Rupert Spiegelberg, CEO at IDnow:

“Artificial intelligence will continue to drive digitization in many industries next year. This development is facilitated by three factors: the research and development of artificial intelligence technology is offering highly sophisticated application possibilities for the collection, processing and evaluation of data; international regulatory standards are opening up business opportunities across national borders for digitally-based businesses – the Payment Services Directive 2 (PSD2) for European finance is an example of this. And thirdly, AI-driven services are also increasingly accepted by end users.  Live chat services, or the use of virtual assistants, is becoming a natural part of everyday life for more and more people, although this brings with it increased customer expectations for high quality service levels.

‘Now Economy‘ companies now face the challenge of providing their digital customers with a convenient, seamless service, from onboarding to checkout, while remaining cost-effective and in-line with industry and national legislation. In 2019, we will see how both startups and established companies leverage the power of AI technology to develop new digital business models.”

Todd Kelly, CSO at Cradlepoint:

“In 2019, as the network security industry develops better detection and defense solutions, traditional fixed perimeter-based approaches to network security will evolve. More people and things are living outside these walls, and the walls built around data centers and branch offices are often penetrated from within by employees using unsecure personal devices and shadow IT deployments. The new WAN landscape next year will demand an elastic edge to extend protection beyond physical and static infrastructure for people, mobile and connected devices on the move.”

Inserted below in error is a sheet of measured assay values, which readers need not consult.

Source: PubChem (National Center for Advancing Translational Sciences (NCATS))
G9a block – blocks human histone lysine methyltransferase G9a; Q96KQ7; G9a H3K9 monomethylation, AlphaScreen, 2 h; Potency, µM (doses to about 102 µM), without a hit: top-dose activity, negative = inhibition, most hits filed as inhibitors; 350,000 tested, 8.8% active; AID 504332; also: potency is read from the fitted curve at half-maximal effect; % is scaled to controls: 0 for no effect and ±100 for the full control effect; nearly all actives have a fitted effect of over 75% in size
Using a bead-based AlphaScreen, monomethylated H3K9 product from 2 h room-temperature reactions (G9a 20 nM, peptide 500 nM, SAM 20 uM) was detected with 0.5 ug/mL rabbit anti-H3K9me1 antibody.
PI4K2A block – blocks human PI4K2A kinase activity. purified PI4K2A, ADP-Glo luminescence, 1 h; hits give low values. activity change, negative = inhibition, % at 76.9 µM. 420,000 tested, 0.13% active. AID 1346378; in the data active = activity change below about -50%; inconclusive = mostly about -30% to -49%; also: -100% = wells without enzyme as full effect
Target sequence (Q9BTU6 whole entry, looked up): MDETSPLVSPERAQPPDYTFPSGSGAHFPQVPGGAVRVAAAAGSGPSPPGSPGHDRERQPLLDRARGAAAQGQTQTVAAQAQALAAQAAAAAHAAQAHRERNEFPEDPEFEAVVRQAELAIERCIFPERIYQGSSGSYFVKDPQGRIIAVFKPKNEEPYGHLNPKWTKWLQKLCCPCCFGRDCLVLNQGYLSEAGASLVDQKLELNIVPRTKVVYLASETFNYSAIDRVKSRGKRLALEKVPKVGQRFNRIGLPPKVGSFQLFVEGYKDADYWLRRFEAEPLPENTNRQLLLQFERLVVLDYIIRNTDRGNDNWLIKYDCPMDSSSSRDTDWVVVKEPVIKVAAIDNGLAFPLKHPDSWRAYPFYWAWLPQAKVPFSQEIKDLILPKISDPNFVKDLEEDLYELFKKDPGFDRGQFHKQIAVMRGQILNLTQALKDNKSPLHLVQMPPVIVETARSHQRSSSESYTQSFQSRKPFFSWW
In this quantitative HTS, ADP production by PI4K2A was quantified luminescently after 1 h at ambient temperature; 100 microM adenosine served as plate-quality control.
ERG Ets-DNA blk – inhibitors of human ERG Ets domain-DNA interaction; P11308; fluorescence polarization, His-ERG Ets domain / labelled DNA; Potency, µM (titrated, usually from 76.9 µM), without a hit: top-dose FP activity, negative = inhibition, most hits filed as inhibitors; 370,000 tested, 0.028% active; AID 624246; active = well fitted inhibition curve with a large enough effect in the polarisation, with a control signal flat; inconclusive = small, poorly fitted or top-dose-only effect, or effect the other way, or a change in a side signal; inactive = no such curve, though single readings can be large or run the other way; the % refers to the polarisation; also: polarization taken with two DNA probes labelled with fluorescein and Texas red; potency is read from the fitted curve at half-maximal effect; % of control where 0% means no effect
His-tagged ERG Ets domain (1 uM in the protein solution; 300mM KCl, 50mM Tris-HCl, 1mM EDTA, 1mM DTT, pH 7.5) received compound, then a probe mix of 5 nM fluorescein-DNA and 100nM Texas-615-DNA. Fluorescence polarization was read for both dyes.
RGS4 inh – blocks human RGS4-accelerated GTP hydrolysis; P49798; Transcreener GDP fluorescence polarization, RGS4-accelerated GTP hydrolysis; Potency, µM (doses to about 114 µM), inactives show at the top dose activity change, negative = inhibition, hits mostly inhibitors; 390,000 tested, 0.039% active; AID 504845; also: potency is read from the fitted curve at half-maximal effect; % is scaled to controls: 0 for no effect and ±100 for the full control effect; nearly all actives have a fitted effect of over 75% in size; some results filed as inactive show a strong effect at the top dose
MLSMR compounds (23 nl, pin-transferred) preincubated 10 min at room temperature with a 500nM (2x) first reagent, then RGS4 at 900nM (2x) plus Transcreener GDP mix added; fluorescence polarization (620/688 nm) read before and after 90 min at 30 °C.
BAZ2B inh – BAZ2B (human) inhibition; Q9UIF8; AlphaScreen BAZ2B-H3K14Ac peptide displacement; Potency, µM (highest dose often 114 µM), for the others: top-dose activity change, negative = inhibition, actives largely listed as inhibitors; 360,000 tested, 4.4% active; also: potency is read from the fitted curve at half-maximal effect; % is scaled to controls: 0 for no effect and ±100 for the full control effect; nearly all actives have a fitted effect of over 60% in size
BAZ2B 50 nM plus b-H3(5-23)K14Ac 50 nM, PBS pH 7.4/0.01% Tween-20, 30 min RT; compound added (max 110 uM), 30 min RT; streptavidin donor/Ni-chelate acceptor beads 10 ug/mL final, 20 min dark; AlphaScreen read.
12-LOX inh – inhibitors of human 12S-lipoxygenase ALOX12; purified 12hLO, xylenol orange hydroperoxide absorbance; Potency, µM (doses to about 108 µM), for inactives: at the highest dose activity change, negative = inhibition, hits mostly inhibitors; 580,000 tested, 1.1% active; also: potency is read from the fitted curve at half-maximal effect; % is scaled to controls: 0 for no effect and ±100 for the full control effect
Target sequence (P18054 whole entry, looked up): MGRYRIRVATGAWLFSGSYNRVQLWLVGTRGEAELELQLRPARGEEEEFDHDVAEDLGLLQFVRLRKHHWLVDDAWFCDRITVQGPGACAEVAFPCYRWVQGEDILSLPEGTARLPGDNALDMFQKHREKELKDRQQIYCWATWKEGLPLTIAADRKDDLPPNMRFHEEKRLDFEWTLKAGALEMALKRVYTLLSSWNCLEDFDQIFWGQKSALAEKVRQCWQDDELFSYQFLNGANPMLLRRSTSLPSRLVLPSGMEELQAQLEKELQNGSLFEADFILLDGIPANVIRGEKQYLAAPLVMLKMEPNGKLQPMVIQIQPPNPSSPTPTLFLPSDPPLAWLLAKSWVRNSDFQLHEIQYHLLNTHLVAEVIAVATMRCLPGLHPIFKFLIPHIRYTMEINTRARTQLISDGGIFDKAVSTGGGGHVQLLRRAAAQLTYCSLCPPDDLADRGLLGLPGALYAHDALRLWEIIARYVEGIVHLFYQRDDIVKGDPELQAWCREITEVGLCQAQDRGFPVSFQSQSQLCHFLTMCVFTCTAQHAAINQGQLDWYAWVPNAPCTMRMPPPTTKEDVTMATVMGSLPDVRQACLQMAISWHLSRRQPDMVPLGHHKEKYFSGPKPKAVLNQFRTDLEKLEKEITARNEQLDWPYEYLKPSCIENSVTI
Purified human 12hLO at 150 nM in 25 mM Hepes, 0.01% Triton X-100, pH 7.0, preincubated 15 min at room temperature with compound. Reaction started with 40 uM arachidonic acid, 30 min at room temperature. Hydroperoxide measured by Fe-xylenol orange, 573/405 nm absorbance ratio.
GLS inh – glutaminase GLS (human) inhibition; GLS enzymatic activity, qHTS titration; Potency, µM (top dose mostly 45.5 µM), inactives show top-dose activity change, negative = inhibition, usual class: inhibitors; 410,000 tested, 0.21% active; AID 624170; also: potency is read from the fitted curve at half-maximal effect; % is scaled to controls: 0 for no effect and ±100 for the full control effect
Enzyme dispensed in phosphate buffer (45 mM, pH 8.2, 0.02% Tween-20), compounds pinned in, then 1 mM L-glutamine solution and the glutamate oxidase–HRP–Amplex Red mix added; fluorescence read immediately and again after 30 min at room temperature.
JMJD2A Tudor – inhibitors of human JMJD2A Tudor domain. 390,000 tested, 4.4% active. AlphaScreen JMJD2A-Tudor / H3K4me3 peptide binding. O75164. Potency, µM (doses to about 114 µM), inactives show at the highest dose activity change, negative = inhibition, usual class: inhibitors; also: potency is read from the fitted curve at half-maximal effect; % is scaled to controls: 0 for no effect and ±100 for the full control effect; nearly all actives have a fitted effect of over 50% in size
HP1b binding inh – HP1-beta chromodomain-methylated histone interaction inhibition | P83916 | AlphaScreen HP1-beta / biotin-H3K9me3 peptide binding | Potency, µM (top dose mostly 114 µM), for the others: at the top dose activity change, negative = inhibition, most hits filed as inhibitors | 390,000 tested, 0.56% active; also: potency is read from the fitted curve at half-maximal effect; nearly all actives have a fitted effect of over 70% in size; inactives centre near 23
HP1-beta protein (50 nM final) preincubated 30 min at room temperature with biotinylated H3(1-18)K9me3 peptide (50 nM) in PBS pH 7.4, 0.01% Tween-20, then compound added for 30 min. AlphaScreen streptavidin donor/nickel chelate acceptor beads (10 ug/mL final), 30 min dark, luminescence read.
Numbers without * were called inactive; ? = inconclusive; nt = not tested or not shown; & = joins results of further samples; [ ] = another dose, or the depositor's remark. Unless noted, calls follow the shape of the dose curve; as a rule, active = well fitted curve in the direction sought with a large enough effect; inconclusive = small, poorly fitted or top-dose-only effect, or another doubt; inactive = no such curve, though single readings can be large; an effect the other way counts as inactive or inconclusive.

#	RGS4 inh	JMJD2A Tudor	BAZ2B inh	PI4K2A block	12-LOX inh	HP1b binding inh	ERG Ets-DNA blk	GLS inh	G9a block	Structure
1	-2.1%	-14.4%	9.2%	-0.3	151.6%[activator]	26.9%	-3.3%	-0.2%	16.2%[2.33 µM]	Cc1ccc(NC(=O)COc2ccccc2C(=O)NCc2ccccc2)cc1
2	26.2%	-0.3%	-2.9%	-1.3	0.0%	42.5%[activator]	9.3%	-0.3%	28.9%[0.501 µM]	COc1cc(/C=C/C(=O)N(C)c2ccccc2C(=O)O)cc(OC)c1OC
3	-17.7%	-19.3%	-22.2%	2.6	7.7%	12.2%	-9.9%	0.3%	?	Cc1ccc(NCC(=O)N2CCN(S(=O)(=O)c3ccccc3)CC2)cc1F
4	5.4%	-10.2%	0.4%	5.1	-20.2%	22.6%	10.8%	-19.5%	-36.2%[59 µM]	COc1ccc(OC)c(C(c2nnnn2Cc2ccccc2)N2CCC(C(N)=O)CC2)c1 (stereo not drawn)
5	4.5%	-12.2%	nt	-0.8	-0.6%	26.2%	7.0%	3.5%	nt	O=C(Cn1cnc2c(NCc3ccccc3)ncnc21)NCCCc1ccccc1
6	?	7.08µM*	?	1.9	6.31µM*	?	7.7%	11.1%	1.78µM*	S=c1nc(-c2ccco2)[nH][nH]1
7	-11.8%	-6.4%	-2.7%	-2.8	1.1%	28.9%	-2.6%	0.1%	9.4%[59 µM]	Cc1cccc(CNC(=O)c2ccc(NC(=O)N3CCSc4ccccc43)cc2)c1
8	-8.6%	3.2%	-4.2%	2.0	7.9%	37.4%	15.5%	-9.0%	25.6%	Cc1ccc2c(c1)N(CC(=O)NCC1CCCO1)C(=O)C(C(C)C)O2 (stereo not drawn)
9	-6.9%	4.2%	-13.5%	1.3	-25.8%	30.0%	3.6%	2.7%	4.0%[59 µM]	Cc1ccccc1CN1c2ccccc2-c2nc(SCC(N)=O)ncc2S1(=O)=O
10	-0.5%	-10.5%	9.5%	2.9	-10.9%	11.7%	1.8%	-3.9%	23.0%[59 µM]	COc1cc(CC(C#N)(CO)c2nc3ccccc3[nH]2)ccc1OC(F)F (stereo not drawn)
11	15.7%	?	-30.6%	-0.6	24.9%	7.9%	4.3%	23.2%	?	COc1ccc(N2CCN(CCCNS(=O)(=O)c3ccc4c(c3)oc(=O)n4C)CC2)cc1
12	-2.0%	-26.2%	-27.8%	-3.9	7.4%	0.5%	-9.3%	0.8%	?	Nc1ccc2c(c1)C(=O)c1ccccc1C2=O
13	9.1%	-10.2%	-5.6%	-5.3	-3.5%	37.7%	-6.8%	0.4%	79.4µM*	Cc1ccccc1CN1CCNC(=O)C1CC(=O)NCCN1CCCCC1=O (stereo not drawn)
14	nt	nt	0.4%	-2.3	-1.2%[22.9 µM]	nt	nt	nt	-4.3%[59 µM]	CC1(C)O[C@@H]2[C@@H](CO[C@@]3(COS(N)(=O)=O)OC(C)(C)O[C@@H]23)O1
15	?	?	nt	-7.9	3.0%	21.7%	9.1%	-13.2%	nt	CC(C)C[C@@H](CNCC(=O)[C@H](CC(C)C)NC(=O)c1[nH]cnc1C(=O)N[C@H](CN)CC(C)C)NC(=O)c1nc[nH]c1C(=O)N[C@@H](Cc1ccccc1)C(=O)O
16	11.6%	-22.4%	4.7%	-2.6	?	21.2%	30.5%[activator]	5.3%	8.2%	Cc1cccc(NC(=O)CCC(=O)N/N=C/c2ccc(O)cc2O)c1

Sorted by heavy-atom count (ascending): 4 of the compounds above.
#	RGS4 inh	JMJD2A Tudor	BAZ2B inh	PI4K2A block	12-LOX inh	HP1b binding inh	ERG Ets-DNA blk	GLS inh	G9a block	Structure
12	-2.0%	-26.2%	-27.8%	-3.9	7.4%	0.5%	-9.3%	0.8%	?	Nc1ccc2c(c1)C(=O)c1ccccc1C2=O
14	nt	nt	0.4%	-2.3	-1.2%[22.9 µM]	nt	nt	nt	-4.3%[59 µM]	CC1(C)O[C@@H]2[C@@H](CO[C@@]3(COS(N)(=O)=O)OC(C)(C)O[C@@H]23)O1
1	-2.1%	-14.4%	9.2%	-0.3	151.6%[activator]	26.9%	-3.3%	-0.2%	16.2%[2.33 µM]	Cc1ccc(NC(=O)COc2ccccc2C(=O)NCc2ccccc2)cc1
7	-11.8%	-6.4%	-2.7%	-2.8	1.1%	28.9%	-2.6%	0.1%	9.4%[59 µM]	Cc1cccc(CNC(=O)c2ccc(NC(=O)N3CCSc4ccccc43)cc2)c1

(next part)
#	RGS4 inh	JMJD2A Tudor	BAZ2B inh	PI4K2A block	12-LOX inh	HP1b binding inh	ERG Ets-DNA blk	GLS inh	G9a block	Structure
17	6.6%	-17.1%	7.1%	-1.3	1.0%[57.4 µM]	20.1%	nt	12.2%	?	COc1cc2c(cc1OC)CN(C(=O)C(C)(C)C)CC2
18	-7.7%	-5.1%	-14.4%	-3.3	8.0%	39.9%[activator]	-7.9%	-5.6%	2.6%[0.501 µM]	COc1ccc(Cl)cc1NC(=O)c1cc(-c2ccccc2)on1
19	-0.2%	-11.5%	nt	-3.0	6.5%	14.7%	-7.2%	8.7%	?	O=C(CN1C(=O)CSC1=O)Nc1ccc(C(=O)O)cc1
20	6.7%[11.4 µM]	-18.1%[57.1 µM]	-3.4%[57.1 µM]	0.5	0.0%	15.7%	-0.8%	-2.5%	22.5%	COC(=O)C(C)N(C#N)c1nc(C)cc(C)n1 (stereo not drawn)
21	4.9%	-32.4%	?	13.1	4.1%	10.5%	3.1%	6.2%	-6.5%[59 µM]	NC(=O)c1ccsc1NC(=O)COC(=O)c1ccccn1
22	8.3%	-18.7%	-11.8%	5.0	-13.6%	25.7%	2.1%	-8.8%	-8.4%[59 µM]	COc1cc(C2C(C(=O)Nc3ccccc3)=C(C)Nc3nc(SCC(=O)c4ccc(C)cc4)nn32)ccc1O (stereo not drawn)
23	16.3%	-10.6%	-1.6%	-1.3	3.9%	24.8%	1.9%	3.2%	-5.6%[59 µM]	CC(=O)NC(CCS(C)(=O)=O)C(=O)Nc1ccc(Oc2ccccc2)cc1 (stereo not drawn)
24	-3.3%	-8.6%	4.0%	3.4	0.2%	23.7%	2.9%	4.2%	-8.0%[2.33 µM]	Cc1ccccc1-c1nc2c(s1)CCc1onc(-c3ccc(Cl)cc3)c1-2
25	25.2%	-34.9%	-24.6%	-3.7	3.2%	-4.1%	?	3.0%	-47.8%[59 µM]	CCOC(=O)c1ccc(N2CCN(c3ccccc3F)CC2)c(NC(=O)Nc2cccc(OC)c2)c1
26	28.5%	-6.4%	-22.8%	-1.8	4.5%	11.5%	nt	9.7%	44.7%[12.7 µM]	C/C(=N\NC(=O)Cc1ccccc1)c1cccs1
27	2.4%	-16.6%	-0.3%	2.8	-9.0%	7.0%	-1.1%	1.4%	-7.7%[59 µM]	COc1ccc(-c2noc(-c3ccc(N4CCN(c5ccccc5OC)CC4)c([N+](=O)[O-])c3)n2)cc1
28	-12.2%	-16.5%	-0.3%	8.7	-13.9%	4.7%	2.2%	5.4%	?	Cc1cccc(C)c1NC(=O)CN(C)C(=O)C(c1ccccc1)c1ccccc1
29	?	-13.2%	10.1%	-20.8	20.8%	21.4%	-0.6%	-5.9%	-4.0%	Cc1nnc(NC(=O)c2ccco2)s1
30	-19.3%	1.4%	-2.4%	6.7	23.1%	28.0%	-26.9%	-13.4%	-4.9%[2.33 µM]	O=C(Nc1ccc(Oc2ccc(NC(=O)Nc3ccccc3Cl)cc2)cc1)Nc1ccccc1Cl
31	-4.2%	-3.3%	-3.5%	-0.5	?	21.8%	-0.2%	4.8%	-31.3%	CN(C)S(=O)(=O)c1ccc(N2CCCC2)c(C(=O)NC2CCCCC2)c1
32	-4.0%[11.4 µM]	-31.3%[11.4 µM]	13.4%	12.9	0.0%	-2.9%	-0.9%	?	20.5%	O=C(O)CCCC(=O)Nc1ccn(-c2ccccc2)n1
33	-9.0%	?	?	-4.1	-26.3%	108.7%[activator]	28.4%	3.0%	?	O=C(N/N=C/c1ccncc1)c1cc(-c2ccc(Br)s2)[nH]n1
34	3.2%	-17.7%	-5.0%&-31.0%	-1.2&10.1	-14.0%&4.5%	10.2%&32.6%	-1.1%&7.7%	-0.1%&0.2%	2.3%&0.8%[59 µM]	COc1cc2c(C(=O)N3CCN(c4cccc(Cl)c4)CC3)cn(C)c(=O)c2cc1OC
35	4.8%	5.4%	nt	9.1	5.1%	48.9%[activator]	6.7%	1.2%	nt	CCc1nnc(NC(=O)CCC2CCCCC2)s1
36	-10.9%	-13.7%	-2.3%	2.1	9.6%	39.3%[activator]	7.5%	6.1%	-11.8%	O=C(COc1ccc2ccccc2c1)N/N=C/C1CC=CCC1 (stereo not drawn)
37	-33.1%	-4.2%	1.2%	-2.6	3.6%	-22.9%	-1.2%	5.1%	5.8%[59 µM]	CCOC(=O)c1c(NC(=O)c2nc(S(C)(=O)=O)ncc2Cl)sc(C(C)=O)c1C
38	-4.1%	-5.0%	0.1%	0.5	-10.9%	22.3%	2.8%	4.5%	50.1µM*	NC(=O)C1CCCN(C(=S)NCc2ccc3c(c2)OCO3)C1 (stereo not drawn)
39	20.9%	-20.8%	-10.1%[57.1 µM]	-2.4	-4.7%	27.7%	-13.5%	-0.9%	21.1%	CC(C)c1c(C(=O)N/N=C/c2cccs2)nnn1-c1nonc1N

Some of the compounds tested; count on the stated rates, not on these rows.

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Garry McCracken, VP Technology at WinMagic:

“In today’s world of hyper-converged infrastructures (HCIs) and virtualisation, workloads are now virtual, dynamic, mobile, scalable and vulnerable – all of which makes maintaining data security a much more demanding proposition.  I predict that 2019 will be the year when we see the first serious hypervisor attack.  Hypervisors and other cloud service provider-controlled infrastructure needs to be hardened to give security conscious enterprises the confidence that they remain in control of their data. One problem technically for Full Drive Encryption is that when running on a virtual machine with keys in the virtual memory, it’s possible that a hypervisor could take a snap shot of the memory of the virtual machine, and make a copy of the disk encryption keys.  The solution is to use the hardware based memory encryption that not even  a compromised hypervisor could access in plain text.”

Matthew Brouker, Group Product Director at Six Degrees:

“The threats posed by cyber criminals continue to grow in frequency, sophistication and success; the Cabinet Office estimates the cost of cyber-crime to the UK economy to be £27 billion (source). We’re seeing organisations come to the realisation that traditional IT security measures like firewall and antivirus are ineffective in preventing cyber-attacks unless they are deployed as part of a wider cyber security strategy. In 2019, I expect more organisations to build out their multi-layered security approaches that combine security solutions with robust processes and targeted staff training programmes in order to enhance their overall security postures.”